While it has only been a few short weeks, a huge amount has happened between the start of the year and now. Students have started a brand new set of school routines and have settled into life with new classmates and teachers… we’ve covered roughly 23% of the planned programme for this academic year… and a number of key events like the Parent Information Fair, the Scholarship Morning Tea and the Year 4-6 Swim Carnival and mid-term break are now under our belts!
However, it strikes me that the real impact of this time period on our young people will not have centred on formal programmes, routines or structures. My guess is that some of the most important lessons will have come from much more abstract, less tangible aspects of life in our College community. Consider for a moment your own childhood, and what you learned while you were at school. How much of the learning that you have carried with you into later life came from the planned curriculum, versus from your friends, the school’s social and cultural environment, and your relationships with key adults? How much of your learning happened outside the four walls of the classroom? How much of it happened in ways that no-one really intended, and that could not easily be measured?
Schools use the term ‘hidden curriculum’ to describe those aspects of schooling that cannot easily be observed, planned, or quantified, but that often go on to provide a basis for the values, perspectives, characteristics and attributes of the learners who experience them. It is ironic (and as an educator, frustrating!) that some of the most important educational outcomes we seek for students – those that go to the question of what type of person they become – are a result of aspects of school life that it is extremely difficult to grapple with.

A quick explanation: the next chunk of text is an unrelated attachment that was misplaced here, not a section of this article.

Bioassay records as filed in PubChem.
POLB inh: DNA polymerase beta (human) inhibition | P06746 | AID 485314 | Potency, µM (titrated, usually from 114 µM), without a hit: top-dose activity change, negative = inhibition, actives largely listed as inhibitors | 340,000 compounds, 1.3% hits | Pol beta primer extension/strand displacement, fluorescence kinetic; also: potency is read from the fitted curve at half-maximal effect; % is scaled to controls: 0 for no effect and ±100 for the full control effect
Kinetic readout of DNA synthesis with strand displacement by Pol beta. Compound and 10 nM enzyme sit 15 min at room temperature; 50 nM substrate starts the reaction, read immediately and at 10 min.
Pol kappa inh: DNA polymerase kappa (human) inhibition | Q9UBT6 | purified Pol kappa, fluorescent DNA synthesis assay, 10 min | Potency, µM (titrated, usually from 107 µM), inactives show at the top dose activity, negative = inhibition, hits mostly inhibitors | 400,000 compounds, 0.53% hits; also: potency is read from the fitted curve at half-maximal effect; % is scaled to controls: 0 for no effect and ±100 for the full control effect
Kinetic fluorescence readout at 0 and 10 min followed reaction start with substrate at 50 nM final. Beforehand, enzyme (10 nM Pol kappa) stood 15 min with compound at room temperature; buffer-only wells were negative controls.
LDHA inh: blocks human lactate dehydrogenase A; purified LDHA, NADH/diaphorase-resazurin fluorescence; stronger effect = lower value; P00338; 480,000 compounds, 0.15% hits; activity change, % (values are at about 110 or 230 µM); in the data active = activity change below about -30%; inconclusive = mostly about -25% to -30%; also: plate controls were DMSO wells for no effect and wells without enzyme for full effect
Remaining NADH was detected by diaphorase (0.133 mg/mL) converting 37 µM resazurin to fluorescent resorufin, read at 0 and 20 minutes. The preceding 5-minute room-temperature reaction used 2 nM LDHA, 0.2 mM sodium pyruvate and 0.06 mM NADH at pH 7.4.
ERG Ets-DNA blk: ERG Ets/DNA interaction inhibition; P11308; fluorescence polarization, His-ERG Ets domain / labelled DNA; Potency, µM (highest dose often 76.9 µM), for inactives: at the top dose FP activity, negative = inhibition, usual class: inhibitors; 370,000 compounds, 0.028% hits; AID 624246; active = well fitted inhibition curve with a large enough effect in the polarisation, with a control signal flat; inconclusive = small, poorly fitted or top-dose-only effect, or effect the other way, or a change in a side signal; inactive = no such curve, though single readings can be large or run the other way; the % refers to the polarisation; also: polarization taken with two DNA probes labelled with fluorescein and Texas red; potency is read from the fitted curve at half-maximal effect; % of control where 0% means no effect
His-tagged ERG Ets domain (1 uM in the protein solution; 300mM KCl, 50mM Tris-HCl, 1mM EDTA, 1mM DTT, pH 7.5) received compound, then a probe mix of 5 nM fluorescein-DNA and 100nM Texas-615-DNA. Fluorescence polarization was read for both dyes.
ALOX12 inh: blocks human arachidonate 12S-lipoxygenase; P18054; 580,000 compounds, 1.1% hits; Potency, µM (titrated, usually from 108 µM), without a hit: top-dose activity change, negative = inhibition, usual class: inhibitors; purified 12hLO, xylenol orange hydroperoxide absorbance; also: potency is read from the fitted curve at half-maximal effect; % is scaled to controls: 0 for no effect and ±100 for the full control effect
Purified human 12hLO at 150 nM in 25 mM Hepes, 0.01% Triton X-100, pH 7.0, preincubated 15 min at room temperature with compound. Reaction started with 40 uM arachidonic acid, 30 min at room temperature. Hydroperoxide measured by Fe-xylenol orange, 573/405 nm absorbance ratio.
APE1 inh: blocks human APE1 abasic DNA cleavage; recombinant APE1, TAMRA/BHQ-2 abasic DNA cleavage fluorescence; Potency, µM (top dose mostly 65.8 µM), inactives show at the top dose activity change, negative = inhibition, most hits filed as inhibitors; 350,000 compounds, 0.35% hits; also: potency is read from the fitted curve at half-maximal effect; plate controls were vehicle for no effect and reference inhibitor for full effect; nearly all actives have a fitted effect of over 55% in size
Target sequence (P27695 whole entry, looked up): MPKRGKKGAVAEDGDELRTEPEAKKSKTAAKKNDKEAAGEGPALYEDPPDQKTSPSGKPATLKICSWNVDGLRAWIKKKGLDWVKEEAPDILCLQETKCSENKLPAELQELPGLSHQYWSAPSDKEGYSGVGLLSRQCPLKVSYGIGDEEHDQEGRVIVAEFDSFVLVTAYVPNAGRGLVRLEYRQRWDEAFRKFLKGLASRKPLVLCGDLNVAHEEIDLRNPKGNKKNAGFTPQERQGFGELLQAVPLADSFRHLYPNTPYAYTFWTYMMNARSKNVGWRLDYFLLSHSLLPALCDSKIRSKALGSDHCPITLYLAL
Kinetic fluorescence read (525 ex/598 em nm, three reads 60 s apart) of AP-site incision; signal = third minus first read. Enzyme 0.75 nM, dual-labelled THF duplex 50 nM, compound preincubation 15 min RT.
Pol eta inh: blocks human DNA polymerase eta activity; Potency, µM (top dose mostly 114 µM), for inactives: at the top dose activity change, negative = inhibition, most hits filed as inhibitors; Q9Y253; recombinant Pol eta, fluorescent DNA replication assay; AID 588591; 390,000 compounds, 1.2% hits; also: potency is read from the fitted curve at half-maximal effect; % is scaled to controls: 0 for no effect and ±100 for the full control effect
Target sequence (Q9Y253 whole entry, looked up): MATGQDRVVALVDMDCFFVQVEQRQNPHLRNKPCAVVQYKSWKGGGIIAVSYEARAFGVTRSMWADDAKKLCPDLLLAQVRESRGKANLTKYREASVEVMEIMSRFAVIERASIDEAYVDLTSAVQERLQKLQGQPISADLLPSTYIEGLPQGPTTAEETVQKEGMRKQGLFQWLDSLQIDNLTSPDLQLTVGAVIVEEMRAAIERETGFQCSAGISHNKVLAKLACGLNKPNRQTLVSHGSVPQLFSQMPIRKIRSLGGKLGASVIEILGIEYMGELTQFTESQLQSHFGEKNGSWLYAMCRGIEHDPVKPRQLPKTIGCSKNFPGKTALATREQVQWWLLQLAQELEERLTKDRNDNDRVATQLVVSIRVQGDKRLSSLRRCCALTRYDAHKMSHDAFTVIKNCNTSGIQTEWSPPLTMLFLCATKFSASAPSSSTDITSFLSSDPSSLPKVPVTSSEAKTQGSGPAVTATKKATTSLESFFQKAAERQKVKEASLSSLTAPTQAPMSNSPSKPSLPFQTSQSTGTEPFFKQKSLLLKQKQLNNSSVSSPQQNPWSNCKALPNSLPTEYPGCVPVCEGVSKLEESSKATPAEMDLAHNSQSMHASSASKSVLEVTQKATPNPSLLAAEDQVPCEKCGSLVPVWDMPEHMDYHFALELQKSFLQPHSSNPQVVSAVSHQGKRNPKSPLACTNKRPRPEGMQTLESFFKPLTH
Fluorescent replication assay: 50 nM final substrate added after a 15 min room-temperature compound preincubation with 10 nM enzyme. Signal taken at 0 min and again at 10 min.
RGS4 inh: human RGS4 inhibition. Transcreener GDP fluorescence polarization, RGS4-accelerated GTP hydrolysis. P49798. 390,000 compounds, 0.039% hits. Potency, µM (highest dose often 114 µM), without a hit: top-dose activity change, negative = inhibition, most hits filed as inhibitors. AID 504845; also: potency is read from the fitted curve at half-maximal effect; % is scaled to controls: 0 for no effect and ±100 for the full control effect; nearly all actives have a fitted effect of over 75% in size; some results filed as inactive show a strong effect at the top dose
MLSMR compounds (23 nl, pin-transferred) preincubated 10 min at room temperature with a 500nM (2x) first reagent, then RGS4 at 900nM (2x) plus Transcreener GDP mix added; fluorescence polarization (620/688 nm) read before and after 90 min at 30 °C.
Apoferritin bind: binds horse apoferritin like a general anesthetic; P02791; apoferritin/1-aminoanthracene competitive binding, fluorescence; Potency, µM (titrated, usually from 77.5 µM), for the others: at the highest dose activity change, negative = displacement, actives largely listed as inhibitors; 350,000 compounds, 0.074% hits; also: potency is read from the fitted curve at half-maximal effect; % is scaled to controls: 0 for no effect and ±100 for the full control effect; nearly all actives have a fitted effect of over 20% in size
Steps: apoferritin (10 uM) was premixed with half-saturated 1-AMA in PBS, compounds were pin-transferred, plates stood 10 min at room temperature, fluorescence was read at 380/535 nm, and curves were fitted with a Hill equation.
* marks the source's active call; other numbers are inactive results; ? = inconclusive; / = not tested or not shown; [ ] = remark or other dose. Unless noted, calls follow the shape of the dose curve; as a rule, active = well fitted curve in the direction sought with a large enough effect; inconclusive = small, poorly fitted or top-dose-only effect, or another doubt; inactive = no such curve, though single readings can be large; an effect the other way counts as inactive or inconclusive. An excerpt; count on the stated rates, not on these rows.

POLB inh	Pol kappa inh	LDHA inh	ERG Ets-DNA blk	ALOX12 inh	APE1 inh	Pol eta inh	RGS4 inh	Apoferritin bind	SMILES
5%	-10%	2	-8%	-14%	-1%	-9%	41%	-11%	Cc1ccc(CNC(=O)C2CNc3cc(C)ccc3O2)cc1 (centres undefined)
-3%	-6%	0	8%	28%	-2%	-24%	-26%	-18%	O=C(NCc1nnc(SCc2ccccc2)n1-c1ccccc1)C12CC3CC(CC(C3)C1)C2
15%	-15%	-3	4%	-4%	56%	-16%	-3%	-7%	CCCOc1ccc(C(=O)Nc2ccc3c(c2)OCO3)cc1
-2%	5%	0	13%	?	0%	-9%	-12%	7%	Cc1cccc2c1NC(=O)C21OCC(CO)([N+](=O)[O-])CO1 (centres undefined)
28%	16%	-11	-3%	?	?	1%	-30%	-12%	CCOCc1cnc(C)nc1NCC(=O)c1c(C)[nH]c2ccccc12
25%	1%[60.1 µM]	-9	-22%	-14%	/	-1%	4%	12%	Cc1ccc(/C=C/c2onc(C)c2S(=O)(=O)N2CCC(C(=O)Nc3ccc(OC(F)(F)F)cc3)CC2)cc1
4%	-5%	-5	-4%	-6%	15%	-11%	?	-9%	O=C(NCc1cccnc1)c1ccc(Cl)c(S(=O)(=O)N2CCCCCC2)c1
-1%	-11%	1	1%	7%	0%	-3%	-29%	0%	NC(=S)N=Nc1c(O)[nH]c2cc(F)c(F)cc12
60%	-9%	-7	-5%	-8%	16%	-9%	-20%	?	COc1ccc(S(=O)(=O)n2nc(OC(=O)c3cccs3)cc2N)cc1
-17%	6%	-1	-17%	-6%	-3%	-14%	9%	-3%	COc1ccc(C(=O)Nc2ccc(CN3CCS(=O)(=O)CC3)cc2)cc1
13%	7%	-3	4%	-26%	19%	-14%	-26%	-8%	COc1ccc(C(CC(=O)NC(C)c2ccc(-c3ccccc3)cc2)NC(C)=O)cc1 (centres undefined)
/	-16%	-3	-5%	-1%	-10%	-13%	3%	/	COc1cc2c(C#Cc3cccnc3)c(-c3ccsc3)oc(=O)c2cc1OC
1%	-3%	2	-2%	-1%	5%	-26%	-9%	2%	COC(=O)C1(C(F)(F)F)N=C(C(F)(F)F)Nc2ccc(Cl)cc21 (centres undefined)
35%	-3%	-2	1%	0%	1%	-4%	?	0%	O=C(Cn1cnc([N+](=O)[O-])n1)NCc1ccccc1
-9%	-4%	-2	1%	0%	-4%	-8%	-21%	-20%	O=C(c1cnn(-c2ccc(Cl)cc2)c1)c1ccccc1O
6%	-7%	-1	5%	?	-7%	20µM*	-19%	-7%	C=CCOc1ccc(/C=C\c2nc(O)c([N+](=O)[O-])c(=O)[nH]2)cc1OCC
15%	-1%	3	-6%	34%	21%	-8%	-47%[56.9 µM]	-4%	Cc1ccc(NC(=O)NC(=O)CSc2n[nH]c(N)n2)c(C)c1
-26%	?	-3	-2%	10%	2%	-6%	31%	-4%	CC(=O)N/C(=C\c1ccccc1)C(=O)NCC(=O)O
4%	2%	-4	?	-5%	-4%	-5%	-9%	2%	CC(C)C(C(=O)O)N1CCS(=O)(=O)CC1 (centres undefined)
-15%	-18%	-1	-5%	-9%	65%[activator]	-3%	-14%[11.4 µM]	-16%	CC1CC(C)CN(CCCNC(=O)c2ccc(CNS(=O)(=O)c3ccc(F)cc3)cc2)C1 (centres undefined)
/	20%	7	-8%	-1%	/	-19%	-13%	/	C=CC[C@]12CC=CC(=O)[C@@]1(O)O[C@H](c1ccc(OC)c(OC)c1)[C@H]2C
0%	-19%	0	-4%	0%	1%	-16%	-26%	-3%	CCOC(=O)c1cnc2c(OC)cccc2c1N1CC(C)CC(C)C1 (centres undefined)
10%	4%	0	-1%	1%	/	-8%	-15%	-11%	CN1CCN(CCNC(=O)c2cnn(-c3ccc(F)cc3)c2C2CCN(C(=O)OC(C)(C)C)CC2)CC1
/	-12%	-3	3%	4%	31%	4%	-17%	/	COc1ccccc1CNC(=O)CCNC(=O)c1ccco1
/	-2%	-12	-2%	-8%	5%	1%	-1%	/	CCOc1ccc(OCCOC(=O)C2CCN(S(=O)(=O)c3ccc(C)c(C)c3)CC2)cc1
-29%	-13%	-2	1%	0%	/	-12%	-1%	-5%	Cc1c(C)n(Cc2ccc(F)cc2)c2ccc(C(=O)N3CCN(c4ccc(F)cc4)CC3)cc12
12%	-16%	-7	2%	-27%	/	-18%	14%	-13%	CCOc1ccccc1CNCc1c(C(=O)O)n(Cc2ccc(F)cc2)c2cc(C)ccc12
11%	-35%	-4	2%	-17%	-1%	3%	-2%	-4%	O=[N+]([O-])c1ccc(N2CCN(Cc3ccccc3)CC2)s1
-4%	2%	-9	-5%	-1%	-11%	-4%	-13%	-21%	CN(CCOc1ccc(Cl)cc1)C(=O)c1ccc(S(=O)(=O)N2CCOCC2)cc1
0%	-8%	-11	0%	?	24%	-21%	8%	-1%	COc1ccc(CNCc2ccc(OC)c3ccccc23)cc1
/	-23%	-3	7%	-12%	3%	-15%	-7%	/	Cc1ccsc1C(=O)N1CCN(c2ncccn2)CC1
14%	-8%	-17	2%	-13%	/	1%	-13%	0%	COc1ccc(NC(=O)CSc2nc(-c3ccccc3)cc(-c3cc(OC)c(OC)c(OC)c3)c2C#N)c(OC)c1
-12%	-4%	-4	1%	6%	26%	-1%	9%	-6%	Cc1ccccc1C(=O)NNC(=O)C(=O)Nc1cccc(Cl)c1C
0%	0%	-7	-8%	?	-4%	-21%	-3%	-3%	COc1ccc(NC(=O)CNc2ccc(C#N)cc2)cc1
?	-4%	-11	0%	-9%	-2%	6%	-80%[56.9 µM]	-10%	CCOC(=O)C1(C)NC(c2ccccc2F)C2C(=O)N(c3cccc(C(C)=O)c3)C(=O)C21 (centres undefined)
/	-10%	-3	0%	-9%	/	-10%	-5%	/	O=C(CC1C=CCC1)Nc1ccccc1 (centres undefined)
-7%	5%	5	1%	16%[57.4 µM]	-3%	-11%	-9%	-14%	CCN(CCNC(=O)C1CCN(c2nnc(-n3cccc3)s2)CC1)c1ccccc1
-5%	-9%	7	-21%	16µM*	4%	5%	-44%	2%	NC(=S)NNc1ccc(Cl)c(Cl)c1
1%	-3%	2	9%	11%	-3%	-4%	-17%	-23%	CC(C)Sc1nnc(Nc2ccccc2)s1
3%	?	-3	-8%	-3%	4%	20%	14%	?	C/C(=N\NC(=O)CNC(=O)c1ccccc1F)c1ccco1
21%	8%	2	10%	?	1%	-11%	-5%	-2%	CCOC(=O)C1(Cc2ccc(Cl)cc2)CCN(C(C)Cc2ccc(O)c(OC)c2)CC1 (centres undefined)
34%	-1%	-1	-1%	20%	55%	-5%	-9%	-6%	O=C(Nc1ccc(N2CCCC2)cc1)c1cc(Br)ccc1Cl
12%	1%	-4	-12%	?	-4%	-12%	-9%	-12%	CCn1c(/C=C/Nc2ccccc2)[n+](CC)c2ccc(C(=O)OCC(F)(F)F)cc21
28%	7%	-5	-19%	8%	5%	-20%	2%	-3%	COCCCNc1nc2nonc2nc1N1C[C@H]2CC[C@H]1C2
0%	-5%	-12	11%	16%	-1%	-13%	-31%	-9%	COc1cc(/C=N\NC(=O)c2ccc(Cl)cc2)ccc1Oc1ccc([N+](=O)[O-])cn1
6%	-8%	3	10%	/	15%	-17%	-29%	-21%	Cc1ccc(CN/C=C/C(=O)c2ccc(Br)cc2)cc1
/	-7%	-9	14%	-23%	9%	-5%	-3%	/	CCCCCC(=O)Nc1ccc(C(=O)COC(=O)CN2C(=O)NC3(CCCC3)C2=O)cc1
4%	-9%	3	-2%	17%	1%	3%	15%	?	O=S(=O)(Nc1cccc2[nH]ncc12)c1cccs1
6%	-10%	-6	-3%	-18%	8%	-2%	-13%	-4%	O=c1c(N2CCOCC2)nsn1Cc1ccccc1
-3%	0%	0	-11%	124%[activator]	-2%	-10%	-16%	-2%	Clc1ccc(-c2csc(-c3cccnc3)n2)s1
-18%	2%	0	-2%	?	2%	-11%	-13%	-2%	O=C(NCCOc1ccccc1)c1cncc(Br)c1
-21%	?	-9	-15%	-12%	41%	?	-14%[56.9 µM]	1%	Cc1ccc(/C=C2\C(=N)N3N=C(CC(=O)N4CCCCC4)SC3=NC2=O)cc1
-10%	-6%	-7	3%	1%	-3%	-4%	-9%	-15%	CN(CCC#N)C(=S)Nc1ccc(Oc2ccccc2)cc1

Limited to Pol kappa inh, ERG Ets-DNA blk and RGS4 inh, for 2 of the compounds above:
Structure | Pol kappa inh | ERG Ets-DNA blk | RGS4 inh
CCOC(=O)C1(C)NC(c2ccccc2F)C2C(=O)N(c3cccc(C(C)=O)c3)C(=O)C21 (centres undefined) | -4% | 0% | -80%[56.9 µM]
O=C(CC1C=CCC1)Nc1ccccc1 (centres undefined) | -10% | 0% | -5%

However, that is exactly the challenge that faces any school interested in Character Education. As we pursue our Visible Wellbeing journey with Professor Lea Waters, we are learning more and more how important it is that the complex network of relationships, values and practices that exists outside of our formal programmes acts positively to develop students’ character. In a way, it could be said that the core of our work as a College at the moment is about taking the hidden curriculum and making it more visible and more intentional.
The reason for this is clear: if we want to be able to stand by our promise as a community that our young people will learn to Grow. Discover. And Dream., we have to be able to take an intentional approach to those aspects of their learning environment that contribute most powerfully to this. If our DC students can be raised as people of character who can recognise strengths in themselves and others, and use their strengths to make a difference, they will be leaders in a world that is calling out for leadership.
So over the coming months you can expect to see us continuing to work on this important question: how do we foster intentional approaches to the development of character? I look forward to updating you further as this important endeavour unfolds.